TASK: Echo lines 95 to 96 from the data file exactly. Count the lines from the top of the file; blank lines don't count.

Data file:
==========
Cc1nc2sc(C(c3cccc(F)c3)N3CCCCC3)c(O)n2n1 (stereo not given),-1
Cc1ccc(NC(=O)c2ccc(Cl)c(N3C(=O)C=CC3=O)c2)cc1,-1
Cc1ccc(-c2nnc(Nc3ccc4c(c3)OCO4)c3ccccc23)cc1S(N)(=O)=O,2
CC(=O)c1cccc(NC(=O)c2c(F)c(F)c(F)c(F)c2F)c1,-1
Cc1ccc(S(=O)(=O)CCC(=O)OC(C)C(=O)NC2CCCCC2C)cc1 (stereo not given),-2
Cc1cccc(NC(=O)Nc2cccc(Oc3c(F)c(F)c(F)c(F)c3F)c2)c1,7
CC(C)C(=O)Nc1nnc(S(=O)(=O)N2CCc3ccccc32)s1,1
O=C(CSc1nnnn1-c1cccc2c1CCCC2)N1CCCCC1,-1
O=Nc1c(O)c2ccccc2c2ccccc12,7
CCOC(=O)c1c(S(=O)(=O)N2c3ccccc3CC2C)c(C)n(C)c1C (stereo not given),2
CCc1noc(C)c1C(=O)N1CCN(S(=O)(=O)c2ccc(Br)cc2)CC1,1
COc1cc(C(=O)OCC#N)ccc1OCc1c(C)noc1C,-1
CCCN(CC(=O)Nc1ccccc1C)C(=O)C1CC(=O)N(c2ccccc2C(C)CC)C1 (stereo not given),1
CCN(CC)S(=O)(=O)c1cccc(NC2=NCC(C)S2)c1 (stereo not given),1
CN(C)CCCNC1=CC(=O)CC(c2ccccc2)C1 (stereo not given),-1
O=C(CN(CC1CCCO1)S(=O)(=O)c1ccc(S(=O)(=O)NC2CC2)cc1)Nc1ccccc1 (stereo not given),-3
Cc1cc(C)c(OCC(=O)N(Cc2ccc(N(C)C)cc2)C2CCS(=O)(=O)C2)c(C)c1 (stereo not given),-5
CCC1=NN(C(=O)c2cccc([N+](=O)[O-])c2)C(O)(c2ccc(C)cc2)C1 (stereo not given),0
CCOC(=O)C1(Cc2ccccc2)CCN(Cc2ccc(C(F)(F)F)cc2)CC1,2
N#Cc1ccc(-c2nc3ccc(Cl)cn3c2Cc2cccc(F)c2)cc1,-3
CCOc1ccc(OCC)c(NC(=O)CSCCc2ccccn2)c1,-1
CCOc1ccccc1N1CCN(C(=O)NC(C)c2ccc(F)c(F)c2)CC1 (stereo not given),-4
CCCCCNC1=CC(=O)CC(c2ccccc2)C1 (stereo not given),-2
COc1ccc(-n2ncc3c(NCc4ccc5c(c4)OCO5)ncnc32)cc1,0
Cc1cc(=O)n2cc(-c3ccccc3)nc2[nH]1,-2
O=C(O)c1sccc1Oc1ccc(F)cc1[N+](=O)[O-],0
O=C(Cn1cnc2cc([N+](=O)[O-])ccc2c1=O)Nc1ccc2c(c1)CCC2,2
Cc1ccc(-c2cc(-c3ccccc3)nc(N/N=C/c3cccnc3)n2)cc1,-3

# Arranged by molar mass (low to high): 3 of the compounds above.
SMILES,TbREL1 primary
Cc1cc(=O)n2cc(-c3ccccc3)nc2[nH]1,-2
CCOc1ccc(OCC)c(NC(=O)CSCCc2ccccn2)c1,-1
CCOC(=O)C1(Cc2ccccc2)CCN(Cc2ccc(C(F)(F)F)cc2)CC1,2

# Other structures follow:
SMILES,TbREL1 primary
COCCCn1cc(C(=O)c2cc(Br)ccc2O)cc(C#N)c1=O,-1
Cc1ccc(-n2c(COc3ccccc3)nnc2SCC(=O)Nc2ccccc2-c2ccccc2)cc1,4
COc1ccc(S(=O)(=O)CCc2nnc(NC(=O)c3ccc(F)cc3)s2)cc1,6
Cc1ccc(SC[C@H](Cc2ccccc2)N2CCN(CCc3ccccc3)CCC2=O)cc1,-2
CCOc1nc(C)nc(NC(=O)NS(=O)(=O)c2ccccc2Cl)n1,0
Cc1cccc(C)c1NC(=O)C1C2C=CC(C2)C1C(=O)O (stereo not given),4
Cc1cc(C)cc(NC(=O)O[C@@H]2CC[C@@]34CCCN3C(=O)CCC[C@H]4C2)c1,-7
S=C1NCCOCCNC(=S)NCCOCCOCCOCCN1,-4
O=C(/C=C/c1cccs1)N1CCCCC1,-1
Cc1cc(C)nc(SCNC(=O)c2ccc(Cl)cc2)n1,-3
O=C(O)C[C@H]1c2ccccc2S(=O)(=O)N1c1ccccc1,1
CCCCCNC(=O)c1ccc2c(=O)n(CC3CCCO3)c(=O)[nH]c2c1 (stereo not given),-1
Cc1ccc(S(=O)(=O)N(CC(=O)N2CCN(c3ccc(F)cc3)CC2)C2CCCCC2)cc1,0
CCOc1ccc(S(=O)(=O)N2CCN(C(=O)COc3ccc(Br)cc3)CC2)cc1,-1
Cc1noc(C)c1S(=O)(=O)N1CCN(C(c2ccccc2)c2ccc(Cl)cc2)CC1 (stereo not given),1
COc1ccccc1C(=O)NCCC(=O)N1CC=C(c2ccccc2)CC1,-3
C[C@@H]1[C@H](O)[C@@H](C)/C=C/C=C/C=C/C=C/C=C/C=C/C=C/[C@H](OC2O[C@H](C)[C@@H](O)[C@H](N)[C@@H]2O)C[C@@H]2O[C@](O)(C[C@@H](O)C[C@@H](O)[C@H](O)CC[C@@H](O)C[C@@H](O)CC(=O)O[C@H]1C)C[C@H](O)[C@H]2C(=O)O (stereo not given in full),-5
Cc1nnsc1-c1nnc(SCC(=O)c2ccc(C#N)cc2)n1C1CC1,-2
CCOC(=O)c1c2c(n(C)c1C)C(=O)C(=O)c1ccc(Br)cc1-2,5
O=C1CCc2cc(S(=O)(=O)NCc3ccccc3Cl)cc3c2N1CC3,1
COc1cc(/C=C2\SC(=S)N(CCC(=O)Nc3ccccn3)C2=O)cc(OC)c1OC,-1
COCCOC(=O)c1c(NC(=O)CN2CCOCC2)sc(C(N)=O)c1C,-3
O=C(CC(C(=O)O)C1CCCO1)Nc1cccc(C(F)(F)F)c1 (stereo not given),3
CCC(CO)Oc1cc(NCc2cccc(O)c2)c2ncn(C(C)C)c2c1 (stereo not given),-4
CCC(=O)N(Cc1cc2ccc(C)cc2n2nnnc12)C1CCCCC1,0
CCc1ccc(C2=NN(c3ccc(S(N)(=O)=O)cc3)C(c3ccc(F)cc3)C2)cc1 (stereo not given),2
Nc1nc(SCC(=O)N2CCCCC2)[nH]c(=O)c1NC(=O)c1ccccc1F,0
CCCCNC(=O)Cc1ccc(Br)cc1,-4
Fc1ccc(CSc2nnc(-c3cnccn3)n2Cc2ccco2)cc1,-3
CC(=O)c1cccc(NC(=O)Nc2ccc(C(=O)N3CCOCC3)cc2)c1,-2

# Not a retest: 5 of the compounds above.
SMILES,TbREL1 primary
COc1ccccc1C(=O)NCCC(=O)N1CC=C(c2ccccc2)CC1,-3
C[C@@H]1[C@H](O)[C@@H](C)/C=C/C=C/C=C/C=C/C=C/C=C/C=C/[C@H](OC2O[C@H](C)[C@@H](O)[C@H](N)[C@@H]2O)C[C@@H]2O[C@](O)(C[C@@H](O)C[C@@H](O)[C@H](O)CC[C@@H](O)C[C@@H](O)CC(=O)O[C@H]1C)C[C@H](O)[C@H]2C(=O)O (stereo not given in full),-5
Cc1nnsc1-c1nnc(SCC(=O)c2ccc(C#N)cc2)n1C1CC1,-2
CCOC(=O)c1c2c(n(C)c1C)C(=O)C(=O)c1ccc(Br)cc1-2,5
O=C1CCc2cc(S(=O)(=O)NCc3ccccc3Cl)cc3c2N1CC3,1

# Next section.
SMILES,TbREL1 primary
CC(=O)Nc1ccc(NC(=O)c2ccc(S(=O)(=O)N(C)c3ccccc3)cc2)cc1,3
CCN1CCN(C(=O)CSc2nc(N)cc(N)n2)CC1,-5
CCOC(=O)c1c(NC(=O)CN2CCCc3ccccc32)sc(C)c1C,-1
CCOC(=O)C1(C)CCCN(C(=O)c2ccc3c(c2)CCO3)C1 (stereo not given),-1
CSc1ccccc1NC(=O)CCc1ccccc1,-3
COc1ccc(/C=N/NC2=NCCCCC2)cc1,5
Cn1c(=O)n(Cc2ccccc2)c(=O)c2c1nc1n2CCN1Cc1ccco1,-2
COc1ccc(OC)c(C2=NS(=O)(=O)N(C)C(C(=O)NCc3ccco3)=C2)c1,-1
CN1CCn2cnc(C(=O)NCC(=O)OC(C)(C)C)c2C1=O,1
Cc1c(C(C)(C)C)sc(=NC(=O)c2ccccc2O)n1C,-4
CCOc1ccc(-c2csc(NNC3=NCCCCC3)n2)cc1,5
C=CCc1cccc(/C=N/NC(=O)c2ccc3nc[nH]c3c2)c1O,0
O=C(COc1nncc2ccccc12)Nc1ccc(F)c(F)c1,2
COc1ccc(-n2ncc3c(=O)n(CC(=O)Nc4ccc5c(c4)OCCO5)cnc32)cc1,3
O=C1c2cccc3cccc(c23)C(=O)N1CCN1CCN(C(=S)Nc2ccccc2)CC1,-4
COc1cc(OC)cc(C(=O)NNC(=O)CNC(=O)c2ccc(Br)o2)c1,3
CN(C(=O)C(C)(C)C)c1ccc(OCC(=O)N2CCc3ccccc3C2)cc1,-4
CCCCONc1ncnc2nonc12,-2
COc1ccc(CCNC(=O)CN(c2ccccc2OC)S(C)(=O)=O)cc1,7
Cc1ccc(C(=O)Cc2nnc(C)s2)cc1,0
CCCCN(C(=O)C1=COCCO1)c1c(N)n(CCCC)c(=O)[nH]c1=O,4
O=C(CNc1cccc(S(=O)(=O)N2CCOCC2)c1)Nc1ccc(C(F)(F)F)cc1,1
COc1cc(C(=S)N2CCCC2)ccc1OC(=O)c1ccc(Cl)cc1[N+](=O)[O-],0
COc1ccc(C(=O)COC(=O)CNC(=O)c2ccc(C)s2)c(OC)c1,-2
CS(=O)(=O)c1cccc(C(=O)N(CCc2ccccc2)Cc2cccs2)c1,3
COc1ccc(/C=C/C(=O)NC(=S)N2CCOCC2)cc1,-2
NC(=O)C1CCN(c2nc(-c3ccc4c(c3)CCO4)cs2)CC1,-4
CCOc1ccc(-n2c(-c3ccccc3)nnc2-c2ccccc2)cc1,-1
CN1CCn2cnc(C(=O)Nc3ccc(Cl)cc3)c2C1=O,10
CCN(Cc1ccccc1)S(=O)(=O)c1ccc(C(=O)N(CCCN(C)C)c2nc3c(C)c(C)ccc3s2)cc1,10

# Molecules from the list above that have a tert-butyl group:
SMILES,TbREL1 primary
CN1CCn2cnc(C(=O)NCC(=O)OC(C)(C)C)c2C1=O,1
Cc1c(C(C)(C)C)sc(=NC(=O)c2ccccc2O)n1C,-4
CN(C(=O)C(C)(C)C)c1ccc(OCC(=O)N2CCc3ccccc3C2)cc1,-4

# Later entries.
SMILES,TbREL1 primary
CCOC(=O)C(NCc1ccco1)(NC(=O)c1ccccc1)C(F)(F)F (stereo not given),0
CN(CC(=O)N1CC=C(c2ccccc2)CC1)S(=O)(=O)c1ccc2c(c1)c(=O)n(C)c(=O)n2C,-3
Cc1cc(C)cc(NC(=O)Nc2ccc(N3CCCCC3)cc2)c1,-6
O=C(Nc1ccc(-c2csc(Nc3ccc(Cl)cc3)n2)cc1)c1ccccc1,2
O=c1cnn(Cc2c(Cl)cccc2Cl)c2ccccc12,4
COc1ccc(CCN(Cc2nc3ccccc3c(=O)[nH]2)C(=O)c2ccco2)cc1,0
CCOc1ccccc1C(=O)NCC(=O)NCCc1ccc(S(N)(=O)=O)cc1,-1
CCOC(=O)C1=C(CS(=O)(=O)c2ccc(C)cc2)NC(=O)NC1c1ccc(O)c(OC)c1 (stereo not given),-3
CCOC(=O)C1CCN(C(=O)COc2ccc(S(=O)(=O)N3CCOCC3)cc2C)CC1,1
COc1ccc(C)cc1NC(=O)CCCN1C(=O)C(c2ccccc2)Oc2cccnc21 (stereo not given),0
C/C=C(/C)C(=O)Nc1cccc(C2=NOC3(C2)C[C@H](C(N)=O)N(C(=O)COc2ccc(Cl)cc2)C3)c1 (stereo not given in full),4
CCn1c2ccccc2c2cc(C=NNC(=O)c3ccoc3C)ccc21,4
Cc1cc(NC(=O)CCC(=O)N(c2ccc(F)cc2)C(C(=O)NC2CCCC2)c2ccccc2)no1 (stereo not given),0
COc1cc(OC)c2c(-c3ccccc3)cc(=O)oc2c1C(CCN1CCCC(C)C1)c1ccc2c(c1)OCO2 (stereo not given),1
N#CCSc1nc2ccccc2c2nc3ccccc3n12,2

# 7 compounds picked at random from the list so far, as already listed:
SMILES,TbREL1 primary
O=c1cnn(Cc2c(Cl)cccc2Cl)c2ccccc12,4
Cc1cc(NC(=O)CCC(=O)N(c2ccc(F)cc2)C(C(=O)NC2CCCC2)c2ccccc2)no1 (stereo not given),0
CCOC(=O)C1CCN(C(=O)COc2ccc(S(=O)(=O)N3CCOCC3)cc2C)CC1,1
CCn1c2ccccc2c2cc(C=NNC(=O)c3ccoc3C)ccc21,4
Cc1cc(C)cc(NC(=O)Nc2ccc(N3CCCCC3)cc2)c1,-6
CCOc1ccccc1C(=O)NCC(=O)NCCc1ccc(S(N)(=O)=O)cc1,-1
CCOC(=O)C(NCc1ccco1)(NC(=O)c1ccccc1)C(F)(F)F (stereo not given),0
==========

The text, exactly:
CCCCN(C(=O)C1=COCCO1)c1c(N)n(CCCC)c(=O)[nH]c1=O,4
O=C(CNc1cccc(S(=O)(=O)N2CCOCC2)c1)Nc1ccc(C(F)(F)F)cc1,1